3.       Operators can be dragged into viewports
4.       Synchronize playback of multiple viewports using shift+click
5.       Schematic enhancements inherited from the Toxik and Flame workflow

Combustion 2008 is approximately 850GBP (165GBP to upgrade from version 4.0). Toxik 2008 is 2,500GBP per license and all render nodes are free. A subscription to receive updates and new nodes is an extra 470GBP per year.

combustion2008

Although the Colour Warper is a notable addition to the suite, it doesn’t really seem to justify the upgrade fee. The Combustion development team, I’m told, is currently focusing on Leopard compatibility. So what’s going on here? Where is Combustion headed? Why do I get the feeling that this is the beginning of the end for this wonderful application?

Posted: March 6th, 2008
Categories: Tools
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Squared 5 MPEG Streamclip…

Squared 5′s MPEG Streamclip… allows you to play, convert and recover MPEG files, including everything corrupted files. We used it recently to recover some footage from damaged m2t files and it worked better than everything else we threw at it.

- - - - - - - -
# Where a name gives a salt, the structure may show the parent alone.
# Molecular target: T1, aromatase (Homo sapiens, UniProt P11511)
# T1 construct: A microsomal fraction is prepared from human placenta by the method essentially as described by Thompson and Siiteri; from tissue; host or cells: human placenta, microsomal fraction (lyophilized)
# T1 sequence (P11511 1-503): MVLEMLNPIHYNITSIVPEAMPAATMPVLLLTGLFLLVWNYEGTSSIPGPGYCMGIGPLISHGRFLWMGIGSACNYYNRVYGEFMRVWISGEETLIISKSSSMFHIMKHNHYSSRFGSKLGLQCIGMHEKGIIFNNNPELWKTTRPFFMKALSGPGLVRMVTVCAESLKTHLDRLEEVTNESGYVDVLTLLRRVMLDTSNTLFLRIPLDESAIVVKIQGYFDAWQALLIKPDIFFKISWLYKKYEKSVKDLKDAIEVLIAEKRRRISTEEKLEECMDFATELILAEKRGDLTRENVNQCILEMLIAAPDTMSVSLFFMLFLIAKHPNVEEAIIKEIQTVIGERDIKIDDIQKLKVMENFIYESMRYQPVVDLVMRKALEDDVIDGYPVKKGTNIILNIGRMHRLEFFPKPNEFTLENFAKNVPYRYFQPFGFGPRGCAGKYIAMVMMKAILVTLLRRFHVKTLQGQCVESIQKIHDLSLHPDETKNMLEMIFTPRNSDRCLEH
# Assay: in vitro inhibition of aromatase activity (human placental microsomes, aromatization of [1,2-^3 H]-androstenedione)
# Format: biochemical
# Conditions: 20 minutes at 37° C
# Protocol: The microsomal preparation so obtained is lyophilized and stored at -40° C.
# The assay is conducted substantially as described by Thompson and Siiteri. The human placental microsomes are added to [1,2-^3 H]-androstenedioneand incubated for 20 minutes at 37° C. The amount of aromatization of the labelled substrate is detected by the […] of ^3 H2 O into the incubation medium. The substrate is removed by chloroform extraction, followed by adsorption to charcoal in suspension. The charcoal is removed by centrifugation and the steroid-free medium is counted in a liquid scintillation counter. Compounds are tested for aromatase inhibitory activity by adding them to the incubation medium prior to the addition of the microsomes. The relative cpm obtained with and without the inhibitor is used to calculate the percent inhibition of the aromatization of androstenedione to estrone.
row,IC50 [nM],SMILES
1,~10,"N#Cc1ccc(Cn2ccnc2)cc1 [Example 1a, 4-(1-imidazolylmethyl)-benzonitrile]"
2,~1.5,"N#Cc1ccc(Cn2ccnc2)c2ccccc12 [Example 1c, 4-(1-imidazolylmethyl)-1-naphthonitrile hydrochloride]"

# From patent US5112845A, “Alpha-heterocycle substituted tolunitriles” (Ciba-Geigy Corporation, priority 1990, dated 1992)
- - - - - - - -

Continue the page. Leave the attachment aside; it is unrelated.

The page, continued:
Best of all, it’s absolutely free, for Mac and Windows.

Posted: July 8th, 2007
Categories: Uncategorized
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Combustion 4.0…

Product: Combustion
Version: 4.0
Manufacturer: Autodesk
Price: $995

Performance & stability: 7/10
Features:
Expected return on investment: 10/10
Support: 9/10
Longevity: 8/10
Flexibility: 10/10

Pros: Seems as though it can do anything

Cons: No Linux version available, performance not really suitable for client-attended sessions

Bottom line:The most versatile motion picture software available


Combustion 4.0


Combustion has been around for a long while, now at version 4, released last year. Since this is the first version for review at digital intermediates .org, I’ll focus on the package as a whole, rather than just the new features, and examine how well it can fit into a typical digital intermediate pipeline.
Read more »

Posted: March 27th, 2006
Categories: Uncategorized